As children enter the 9 to 11-year-old age range, they are still considered children but are beginning to enter the pre-adolescent (or “tween”) phase. This is an exciting stage of childhood because girls and boys start to divert quite a bit on their developmental paths. For girls, puberty can begin as early as age 10, while boys don’t typically enter puberty until 12 or older. This means that girls in this age range might be more mature both physically and emotionally than boys.
Despite (and perhaps because of) all these changes, children in this stage need a lot of emotional support from parents. Friendships can be challenging during this phase as teasing, bullying, and cliques sometimes come into play. Overall, children are gaining a lot of independence but are also still figuring out their place in the world.
By 11 My Child Should Be Able To:
- Be very active and have a lot of energy
- Get dressed, brush hair, brush teeth, and get ready without any help
- Use simple tools, such as a hammer, by themselves
- Have good coordination and reaction time
- Start to form stronger, more complex friendships and peer relationships. It becomes more emotionally important to have friends, especially of the same sex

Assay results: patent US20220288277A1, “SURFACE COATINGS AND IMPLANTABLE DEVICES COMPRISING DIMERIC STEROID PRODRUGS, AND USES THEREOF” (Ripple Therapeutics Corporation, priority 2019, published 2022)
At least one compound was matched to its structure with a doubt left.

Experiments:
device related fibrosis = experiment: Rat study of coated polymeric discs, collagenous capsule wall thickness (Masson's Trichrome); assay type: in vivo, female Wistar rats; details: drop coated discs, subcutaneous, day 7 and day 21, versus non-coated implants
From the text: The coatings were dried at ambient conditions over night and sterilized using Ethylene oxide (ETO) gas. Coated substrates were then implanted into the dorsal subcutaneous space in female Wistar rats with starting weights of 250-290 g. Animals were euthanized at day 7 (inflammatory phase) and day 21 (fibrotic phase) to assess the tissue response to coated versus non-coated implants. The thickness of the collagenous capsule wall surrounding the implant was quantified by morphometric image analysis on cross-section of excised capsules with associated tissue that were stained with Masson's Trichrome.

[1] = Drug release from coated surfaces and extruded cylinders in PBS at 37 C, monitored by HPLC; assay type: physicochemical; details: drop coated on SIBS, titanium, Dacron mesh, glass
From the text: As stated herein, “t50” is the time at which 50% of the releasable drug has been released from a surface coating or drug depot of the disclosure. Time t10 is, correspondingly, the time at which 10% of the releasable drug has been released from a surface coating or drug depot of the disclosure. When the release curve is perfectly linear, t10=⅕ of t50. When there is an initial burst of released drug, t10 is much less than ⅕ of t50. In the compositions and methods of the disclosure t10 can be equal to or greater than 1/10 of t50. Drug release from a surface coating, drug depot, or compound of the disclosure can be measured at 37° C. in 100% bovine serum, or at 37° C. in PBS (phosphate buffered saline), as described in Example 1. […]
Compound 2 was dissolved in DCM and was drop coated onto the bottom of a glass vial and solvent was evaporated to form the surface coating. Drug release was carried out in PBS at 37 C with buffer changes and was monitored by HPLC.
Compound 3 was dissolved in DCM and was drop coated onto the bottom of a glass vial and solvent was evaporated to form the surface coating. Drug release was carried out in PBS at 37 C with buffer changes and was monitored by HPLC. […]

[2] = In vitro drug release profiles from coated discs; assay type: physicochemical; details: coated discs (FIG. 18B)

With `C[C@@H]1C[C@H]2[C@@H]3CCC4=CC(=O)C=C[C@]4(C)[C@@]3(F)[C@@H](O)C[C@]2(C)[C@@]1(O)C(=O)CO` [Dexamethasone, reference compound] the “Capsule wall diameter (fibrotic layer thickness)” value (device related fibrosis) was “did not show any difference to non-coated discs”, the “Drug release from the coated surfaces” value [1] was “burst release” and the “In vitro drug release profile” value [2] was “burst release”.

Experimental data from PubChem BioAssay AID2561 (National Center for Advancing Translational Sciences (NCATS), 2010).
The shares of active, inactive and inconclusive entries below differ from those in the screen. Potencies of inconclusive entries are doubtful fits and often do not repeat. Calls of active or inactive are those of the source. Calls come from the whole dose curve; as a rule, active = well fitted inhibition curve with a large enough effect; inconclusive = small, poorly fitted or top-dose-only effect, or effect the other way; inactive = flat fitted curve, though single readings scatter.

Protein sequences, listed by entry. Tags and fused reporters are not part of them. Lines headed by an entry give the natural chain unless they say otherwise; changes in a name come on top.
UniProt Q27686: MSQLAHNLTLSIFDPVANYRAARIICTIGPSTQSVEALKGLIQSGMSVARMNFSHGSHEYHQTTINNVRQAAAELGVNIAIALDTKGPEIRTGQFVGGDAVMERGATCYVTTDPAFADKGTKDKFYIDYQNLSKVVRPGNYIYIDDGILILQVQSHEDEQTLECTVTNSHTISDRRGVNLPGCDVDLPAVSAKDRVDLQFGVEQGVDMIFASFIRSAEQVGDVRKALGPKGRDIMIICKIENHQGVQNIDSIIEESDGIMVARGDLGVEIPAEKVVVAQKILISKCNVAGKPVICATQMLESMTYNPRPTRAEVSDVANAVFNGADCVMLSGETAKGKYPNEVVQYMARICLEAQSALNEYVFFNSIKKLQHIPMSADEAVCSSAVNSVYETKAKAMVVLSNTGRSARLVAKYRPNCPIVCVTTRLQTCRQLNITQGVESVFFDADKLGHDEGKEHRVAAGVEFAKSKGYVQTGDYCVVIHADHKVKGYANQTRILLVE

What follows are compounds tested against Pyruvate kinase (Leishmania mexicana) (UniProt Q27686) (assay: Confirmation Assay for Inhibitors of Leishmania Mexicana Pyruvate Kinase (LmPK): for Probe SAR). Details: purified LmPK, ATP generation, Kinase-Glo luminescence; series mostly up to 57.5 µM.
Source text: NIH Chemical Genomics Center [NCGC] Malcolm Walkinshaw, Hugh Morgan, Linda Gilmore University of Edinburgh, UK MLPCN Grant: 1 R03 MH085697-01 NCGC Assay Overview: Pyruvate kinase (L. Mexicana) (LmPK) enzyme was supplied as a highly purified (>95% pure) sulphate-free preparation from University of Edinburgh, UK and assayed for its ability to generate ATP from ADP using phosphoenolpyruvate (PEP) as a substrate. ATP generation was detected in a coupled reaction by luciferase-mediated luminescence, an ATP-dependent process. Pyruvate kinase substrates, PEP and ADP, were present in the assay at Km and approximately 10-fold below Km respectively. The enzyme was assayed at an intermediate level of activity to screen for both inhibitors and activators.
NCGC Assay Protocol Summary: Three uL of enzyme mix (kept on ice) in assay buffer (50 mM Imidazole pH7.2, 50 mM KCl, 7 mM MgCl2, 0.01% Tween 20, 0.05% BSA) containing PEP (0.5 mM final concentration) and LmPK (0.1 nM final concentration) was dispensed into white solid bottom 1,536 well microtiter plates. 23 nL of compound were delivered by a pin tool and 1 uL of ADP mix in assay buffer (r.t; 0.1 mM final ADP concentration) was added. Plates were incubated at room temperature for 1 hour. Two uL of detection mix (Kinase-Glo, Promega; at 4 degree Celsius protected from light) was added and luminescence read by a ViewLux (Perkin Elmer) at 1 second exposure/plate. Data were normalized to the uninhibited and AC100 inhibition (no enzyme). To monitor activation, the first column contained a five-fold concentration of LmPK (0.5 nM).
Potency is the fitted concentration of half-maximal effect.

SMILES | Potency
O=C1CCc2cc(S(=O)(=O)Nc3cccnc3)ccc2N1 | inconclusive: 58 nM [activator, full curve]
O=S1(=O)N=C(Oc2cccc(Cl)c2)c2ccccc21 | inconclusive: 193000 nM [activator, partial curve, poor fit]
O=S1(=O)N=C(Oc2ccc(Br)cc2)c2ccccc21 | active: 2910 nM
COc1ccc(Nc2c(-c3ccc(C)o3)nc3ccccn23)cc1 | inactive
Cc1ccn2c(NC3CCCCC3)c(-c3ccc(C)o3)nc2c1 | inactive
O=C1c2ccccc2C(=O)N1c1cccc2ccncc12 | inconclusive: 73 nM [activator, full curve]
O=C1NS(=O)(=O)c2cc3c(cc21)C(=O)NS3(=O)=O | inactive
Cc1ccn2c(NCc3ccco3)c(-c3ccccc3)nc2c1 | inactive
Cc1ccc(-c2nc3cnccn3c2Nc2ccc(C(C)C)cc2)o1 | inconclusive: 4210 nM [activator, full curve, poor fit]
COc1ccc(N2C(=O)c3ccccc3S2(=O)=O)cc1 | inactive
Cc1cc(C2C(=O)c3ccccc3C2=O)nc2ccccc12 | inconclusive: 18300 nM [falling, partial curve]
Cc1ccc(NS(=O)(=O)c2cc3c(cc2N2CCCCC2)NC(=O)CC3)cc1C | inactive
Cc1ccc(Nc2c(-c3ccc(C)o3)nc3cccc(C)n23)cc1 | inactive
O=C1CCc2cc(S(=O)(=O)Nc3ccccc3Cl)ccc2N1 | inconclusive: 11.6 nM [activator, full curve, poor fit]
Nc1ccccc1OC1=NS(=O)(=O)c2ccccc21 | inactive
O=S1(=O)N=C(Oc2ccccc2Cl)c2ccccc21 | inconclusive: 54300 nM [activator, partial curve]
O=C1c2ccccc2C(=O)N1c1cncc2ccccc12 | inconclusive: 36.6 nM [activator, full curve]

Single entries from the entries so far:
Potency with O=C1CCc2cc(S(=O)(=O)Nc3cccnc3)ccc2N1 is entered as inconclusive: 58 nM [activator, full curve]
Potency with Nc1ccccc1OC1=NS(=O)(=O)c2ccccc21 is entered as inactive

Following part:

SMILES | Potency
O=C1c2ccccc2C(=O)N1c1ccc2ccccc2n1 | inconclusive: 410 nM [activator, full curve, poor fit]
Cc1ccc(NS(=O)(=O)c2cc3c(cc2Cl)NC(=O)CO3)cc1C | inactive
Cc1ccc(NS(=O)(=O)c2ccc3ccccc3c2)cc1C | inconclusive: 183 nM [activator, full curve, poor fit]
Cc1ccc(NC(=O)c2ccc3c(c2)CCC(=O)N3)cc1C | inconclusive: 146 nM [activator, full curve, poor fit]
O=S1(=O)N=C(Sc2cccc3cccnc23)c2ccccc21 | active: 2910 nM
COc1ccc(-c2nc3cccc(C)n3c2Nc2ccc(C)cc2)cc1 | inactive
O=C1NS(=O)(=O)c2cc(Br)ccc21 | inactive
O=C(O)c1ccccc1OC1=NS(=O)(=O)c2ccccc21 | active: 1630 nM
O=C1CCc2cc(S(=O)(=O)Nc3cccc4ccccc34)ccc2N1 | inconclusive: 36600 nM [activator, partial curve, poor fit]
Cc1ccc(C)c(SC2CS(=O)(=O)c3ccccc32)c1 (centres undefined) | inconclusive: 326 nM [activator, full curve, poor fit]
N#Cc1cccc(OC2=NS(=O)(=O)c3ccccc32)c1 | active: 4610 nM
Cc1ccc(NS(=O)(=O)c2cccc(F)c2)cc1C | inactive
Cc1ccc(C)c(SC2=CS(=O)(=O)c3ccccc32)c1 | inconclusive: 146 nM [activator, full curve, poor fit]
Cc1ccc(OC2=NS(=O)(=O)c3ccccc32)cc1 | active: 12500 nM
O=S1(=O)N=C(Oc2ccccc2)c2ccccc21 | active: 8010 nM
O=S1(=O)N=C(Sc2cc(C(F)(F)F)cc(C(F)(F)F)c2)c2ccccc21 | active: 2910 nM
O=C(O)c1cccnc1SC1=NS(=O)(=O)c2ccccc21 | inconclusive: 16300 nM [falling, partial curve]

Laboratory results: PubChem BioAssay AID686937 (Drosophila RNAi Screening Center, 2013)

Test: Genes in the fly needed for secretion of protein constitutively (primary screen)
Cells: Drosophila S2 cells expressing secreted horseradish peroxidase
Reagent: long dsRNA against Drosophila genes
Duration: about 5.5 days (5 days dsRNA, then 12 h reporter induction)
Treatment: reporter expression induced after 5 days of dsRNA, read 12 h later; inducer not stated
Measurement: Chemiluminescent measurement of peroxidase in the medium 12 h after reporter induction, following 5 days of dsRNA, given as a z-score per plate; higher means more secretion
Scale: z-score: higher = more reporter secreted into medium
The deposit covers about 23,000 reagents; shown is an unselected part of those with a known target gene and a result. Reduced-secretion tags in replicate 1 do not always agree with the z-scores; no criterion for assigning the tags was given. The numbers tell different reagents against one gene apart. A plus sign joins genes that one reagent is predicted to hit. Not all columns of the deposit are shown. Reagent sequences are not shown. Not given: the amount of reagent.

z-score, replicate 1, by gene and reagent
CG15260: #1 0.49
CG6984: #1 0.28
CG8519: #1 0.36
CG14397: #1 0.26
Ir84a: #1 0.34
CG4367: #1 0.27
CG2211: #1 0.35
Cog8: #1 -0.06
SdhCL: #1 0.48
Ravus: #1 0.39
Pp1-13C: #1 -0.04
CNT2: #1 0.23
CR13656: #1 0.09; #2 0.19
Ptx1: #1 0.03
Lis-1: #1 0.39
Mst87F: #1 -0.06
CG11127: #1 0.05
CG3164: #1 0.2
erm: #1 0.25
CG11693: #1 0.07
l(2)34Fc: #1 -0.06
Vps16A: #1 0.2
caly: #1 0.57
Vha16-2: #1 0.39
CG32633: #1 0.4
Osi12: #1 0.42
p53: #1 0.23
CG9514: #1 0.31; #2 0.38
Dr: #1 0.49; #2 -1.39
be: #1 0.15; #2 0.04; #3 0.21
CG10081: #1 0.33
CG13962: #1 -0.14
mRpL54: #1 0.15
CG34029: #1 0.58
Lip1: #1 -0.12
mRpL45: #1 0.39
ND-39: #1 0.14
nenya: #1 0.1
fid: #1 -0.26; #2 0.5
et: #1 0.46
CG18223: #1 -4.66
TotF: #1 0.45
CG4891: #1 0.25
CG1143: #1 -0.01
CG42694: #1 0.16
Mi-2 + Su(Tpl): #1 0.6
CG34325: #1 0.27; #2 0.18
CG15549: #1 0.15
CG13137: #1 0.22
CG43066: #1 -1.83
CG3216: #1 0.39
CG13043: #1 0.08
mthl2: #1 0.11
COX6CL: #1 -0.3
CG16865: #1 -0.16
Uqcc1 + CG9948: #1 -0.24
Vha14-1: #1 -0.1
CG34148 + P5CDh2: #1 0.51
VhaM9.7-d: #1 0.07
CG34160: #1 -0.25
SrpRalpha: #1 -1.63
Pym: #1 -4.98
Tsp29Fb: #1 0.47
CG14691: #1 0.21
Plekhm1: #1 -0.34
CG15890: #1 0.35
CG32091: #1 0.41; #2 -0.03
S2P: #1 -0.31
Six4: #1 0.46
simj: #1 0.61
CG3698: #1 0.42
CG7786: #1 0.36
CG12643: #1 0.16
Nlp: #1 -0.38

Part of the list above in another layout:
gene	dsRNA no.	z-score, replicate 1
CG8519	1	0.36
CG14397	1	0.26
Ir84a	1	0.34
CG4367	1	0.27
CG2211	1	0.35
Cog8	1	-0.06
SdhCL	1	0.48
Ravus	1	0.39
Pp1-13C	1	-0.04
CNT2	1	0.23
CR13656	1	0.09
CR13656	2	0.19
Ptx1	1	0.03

- Be more aware of their body as puberty approaches. Body image and eating problems sometimes start around this age
- To work in groups for activities
- Approach solving problems with a negotiating style, compromise with peers
- Develop decision-making skills
- Be more independent from the family
- Face more academic challenges at school
- See the point of view of others more clearly
- Have an increased attention span
- Increased academic abilities
- Have an increased attention span, but many have interests that change rapidly
- Use good judgment
- Judge ideas in absolutes, right or wrong not much tolerance for middle ground
- Have an interest in collections and hobbies
- Read frequently and enjoy books
- Read to learn about something of interest
- Have nearly adult speech patterns
Note: These guidelines do not constitute medical advice. Every child develops differently. If you ever feel your child is delayed in their development, discuss it with your pediatrician.
How You Can Help Foster Development